Inaugural firefighting school prepares remote communities for emergencies

Participants of the Saskatchewan First Nations Emergency Management (SFNEM) fire school learn how to safely get into a crashed car on June 14, 2018. (Jayda Noyes/Daily Herald)

“You never know what could actually happen during an emergency.”

– Pierce Pellerin, Saskatchewan First Nations Emergency Management

First Nations communities from across Saskatchewan are gathering in Prince Albert for training in firefighting.

Saskatchewan First Nations Emergency Management (SFNEM)—which is based in the city—hosted two days of training and a competition, all from Thursday to Saturday.

On Thursday and Friday, participants learned about how to get someone out of a crashed vehicle in the Northern Lights Casino parking lot. There was also training at the fire tower near the Prince Albert Airport, where they did exercises for search and rescue, hoses and hydrants, hose streams and pump operations.

The inaugural fire competition takes place on Saturday, June 15, in the Casino parking lot. The winning team will travel to Nova Scotia to compete nationally.

Emergency service and protection officer with SFNEM, Pierce Pellerin, said many Saskatchewan communities are isolated and not near fire support.

“We really want to build up their fire department and help them be independent and be able to, I guess, respond to any emergency that may occur on their First Nations community whether that be (a) house fire, grass fire, forest fire, medical emergencies,” he said.

“As a firefighter, I want to be as best possibly trained as I can to deal with any situation that might arise and to be (at) a confident level with my training,” added Pellerin. “You never know what could actually happen during an emergency.”

Firefighters Without Borders Canada donated equipment to the communities including tools, gear, trucks and self-contained breathing apparatuses.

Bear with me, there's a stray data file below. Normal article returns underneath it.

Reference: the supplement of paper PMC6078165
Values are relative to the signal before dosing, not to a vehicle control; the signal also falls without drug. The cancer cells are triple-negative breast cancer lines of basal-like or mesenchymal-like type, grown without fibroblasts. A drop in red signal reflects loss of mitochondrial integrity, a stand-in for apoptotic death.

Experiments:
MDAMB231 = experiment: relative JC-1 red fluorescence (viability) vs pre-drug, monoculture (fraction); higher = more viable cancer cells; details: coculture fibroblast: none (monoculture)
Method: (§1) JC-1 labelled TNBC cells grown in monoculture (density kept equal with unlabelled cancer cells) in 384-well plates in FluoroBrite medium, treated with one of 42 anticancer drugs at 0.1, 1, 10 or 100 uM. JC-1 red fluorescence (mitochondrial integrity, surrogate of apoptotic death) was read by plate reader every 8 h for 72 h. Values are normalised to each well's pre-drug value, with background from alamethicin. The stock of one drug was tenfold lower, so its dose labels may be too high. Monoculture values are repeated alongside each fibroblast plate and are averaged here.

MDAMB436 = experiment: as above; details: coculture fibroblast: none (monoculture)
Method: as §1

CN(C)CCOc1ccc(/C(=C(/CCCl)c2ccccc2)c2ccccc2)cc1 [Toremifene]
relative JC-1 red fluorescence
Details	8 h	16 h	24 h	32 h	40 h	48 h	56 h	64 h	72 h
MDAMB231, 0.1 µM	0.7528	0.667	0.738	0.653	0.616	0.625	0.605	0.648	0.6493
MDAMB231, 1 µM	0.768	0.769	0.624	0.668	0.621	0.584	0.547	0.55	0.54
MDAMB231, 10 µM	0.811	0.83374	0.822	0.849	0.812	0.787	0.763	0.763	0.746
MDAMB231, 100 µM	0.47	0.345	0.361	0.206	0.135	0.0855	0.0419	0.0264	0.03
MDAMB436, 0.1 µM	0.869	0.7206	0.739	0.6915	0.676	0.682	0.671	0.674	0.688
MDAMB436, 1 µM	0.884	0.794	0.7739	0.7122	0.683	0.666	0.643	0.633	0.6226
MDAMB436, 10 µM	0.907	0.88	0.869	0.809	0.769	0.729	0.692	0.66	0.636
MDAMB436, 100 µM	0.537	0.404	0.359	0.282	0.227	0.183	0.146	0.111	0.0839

Ontario Representative Carl Eggiman said one firefighter’s equipment usually costs about $10,000. They provided enough for 750 firefighters.

Their efforts were important to Pellerin: “If they didn’t have any gear, then there’s nothing they can really do.”

Eggiman observed the training in vehicle extrication, saying the techniques are applicable to a number of situations.

“These lessons could be used in houses that collapse, bridges that collapse, to rescue people. It’s not just vehicles, it’s all types of rescues.”

“The enthusiasm of this team here is just incredible, so they’re going to go back to their communities just pumped up and ready to work hard and save their community,” he said. “It’s building up their confidence.”

Firefighters from the Prince Albert department taught participants how to safely bust into car windows and remove doors in order to swiftly save someone trapped inside.

At the fire tower, participants had to enter a smoking house and “rescue” dummies that were strategically placed.

Opening ceremonies for the Saturday competition are at 9 a.m. Over 100 volunteer firefighters are competing.